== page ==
Americans who think that the government attitude towards e-cigarettes is bad should consider themselves lucky that they don’t live in Australia. That country has a near complete ban on e-cigarettes and vaping products, while allowing tobacco cigarettes to be completely legal. Meanwhile the country’s 2.6 million smokers either have to continue to smoke if no other smoking-cessation method works for them, or become criminals in order to switch to vaping.
Australia’s ban on e-cigarettes has been the subject of much controversy, but the government recently declared that it is upholding the ban. But at the same time, it is launching an investigation to learn more about e-cigarettes. These statements came after numerous letters were sent to the Australian prime minister from health experts across the globe calling on him to overturn the vaping ban.
The country’s e-cigarette ban is due to the fact that nicotine in any amount is classified as a poison by the Therapeutic Goods Administration. Yet somehow, nicotine can escape the ban if it’s inside combustible tobacco cigarettes.
Neighbor New Zealand had also banned nicotine e-cigarettes, but lifted that ban recently and is in the process of legalizing vaping. But Australia is holding firm to its illogical position. Health experts from around the world, approximately 140 of them, wrote letters to Australian Prime Minister Malcolm Turnbull asking that he lift the ban that they say could cost millions of smokers their lives. The letters came from such places as Oxford, Yale, John Hopkins, and the UK Royal College of Physicians, the latter being responsible for the research that found e-cigarettes to be around 95 percent less harmful than smoking. One letter accused Australia of being “increasingly out-of-step” with other countries with regards to vaping, and said that nicotine delivery systems (ENDS) provide a substantial public health benefit.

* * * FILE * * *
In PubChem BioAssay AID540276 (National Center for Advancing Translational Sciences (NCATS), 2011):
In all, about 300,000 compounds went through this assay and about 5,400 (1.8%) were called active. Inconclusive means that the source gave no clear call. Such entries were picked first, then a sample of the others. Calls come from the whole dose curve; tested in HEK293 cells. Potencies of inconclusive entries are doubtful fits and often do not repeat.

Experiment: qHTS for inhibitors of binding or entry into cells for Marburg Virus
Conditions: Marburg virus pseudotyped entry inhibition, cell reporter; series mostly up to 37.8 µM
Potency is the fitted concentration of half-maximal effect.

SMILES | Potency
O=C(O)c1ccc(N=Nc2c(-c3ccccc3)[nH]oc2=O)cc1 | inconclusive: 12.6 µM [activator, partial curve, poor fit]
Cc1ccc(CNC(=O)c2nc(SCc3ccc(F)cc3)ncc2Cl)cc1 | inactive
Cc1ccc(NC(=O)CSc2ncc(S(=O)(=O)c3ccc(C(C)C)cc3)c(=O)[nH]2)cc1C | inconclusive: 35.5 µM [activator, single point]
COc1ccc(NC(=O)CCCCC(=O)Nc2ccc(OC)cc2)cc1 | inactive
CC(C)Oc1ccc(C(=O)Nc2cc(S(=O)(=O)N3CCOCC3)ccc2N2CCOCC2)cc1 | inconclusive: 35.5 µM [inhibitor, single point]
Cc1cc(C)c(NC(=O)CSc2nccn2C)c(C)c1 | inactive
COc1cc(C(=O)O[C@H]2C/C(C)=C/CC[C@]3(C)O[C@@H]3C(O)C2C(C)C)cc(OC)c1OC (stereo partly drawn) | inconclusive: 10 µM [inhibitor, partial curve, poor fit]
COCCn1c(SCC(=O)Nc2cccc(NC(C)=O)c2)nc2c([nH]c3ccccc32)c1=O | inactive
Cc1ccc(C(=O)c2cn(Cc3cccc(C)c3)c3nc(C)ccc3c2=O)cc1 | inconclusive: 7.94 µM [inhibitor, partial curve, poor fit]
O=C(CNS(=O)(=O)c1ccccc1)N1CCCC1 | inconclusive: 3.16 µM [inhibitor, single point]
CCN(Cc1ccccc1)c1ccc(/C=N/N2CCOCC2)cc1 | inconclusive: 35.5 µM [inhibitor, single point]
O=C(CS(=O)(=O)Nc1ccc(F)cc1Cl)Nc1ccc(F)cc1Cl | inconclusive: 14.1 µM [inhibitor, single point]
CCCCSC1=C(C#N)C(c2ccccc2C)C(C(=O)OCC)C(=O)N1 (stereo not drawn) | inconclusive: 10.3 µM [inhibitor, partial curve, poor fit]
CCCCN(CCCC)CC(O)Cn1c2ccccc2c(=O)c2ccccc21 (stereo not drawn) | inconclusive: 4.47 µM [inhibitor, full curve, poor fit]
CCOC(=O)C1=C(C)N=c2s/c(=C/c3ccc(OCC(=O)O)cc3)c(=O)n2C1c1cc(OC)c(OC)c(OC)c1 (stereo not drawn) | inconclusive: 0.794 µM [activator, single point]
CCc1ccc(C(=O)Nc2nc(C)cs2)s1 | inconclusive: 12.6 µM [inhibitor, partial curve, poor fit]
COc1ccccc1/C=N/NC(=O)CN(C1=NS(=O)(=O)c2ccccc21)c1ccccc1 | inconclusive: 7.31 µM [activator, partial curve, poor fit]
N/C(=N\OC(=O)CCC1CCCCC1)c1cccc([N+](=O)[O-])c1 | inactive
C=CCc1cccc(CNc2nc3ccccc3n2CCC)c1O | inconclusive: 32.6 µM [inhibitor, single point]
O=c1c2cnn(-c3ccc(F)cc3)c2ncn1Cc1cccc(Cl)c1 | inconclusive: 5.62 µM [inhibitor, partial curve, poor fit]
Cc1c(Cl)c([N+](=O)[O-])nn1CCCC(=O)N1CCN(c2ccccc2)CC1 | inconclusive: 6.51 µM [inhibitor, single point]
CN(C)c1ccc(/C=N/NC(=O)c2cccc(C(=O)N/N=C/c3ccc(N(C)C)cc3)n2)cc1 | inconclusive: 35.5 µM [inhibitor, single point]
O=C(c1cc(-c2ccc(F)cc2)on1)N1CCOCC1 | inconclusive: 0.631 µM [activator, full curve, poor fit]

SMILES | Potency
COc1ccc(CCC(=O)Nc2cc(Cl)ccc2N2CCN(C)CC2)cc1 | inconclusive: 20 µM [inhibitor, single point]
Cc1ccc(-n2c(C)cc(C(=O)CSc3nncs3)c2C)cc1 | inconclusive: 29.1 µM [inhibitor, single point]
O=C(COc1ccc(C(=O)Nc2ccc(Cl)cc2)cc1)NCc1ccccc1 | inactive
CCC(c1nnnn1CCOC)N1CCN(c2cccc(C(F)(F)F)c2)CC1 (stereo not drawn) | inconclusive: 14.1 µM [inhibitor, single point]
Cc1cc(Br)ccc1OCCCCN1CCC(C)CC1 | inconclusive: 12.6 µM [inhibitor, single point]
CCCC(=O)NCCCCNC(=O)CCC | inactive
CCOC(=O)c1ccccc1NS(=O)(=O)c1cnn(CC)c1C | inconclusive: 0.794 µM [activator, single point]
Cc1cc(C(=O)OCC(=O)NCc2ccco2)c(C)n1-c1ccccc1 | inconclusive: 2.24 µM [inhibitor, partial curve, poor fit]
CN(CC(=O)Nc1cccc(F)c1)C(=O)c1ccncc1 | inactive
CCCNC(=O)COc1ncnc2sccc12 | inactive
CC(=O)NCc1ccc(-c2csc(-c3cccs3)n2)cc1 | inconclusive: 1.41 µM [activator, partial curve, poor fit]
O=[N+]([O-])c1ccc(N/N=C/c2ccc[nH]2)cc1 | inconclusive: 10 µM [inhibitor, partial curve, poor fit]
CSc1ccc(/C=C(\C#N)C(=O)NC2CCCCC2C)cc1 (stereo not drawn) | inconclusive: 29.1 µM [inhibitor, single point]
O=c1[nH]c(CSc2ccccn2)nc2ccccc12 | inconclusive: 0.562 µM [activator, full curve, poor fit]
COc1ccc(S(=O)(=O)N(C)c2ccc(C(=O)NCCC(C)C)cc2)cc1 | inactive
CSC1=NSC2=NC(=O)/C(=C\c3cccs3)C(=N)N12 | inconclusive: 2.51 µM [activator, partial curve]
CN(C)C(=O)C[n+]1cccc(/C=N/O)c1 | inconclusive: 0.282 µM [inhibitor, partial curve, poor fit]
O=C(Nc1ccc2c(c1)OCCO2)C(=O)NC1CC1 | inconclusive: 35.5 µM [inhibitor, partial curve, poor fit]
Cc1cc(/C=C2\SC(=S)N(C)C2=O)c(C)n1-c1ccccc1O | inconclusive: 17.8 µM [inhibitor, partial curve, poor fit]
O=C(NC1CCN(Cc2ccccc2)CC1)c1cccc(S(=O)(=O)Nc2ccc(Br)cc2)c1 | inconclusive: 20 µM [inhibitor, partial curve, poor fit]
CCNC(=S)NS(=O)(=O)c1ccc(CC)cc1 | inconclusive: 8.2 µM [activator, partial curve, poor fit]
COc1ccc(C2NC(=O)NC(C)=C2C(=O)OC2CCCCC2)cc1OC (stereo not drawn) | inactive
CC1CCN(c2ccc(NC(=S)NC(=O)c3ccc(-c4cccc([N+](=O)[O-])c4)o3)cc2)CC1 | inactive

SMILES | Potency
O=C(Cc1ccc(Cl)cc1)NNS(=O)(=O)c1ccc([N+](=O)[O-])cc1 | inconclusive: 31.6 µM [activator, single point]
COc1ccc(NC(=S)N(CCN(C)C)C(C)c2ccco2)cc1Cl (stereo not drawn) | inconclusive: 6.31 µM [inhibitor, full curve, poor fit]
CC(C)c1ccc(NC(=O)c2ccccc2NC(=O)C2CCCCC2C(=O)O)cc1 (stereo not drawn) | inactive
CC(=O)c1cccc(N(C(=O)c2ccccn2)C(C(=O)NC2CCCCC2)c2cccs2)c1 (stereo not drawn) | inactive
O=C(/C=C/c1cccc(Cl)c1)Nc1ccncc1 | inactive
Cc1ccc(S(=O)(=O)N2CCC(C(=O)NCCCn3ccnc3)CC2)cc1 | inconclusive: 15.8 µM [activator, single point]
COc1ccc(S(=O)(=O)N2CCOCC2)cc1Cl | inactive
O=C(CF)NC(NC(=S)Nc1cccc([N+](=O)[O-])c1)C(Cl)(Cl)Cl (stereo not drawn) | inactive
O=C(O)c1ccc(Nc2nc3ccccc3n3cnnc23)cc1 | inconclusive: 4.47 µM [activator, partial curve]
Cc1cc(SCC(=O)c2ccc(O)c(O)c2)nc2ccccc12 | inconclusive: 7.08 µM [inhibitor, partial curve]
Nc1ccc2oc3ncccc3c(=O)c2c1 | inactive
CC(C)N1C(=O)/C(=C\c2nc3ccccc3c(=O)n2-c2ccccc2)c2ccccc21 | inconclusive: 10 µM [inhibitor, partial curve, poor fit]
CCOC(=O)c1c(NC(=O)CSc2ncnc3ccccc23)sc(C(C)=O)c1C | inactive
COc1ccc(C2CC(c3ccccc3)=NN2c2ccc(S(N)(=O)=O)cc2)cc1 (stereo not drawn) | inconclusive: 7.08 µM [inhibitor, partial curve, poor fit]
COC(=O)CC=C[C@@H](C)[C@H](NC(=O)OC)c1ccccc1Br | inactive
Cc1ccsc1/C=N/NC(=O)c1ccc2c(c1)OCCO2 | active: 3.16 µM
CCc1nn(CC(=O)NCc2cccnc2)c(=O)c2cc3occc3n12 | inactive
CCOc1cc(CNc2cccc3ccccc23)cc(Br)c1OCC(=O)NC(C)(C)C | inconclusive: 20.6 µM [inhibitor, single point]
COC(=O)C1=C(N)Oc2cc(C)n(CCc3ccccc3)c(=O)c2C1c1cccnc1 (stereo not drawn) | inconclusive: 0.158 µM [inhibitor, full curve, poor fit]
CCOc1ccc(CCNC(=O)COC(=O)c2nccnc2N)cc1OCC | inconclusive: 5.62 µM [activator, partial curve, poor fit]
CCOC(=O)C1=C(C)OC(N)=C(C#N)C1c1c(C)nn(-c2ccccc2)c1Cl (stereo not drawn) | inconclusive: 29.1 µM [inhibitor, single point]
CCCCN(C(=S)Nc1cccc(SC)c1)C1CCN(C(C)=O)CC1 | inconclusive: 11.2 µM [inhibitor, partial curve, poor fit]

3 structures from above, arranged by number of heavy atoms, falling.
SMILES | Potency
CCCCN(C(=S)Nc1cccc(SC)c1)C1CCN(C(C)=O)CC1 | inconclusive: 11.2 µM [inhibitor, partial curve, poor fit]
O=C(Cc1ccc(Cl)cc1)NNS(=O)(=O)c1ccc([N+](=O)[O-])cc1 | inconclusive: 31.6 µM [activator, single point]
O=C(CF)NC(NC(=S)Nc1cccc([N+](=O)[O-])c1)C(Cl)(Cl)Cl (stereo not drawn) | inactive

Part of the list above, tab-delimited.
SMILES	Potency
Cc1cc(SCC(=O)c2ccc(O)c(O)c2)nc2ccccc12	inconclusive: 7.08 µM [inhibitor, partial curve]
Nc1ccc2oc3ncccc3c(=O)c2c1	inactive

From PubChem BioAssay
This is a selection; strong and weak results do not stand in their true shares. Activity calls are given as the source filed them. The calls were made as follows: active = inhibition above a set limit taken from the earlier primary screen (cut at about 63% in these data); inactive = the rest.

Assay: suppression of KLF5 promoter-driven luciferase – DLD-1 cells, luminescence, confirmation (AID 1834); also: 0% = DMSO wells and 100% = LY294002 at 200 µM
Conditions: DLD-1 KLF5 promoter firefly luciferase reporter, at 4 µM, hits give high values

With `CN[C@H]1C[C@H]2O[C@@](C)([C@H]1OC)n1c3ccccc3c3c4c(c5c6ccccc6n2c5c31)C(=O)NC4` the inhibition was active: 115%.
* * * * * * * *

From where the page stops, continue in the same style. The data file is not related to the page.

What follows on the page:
The government made no response to the letters for over one month, and then finally sent a representative to tell the Australian news media that the ban is staying put. But then, just one minute later, an announcement was made stating that there will be a parliamentary investigation into the matter. The “E-Cigarette Inquiry” will “investigate the health impacts of e-cigarettes and personal vaporisers, as well as their marketing and use as an aid for people attempting to quit smoking.”
According to one Australian journalist, these two announcements put different branches of the Australian government at odds with each other, and further complicate the country’s already confusing e-cigarette laws, which differ in different Australian states and territories. E-cigarettes and liquid that do not contain nicotine are legal in most places, but for many smokers, these aren’t helpful as a quit-smoking method. Nicotine is generally banned everywhere in the country, and in Queensland you can be fined for possessing it – unless it’s in that one form that’s known to be deadly: cigarettes.
The illogical rules of Australia make it at this point one of the most backward-thinking countries in the free world on the subject of smoking and health. The inquiry into e-cigarettes, however, could be a good sign. We can only hope that the country will follow New Zealand in lifting its harmful ban.